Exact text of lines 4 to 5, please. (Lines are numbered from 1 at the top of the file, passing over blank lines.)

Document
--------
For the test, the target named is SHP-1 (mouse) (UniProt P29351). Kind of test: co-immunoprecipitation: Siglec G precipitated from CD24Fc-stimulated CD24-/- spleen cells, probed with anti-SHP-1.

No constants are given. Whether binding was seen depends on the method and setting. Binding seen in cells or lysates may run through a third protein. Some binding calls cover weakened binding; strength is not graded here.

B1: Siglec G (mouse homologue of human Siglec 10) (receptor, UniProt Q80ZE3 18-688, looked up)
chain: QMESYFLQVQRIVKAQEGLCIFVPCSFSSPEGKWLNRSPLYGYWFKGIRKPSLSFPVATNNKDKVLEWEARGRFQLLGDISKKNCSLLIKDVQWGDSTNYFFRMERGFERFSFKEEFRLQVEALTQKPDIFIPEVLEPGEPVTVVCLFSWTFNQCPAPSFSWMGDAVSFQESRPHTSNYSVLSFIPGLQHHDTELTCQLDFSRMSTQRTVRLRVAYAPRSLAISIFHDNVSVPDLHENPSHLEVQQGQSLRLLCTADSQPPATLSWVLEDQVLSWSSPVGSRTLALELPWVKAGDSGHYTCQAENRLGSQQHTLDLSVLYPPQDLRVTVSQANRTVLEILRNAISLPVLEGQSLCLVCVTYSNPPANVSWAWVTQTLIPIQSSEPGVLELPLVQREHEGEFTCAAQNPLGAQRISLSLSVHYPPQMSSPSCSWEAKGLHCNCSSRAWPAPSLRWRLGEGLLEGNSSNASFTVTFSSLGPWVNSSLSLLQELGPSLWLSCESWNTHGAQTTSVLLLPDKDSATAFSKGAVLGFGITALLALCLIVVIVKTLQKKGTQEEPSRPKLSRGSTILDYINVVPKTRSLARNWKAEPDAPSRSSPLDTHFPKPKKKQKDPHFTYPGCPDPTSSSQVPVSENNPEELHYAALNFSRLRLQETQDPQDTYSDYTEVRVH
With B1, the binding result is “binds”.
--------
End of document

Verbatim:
chain: QMESYFLQVQRIVKAQEGLCIFVPCSFSSPEGKWLNRSPLYGYWFKGIRKPSLSFPVATNNKDKVLEWEARGRFQLLGDISKKNCSLLIKDVQWGDSTNYFFRMERGFERFSFKEEFRLQVEALTQKPDIFIPEVLEPGEPVTVVCLFSWTFNQCPAPSFSWMGDAVSFQESRPHTSNYSVLSFIPGLQHHDTELTCQLDFSRMSTQRTVRLRVAYAPRSLAISIFHDNVSVPDLHENPSHLEVQQGQSLRLLCTADSQPPATLSWVLEDQVLSWSSPVGSRTLALELPWVKAGDSGHYTCQAENRLGSQQHTLDLSVLYPPQDLRVTVSQANRTVLEILRNAISLPVLEGQSLCLVCVTYSNPPANVSWAWVTQTLIPIQSSEPGVLELPLVQREHEGEFTCAAQNPLGAQRISLSLSVHYPPQMSSPSCSWEAKGLHCNCSSRAWPAPSLRWRLGEGLLEGNSSNASFTVTFSSLGPWVNSSLSLLQELGPSLWLSCESWNTHGAQTTSVLLLPDKDSATAFSKGAVLGFGITALLALCLIVVIVKTLQKKGTQEEPSRPKLSRGSTILDYINVVPKTRSLARNWKAEPDAPSRSSPLDTHFPKPKKKQKDPHFTYPGCPDPTSSSQVPVSENNPEELHYAALNFSRLRLQETQDPQDTYSDYTEVRVH
With B1, the binding result is “binds”.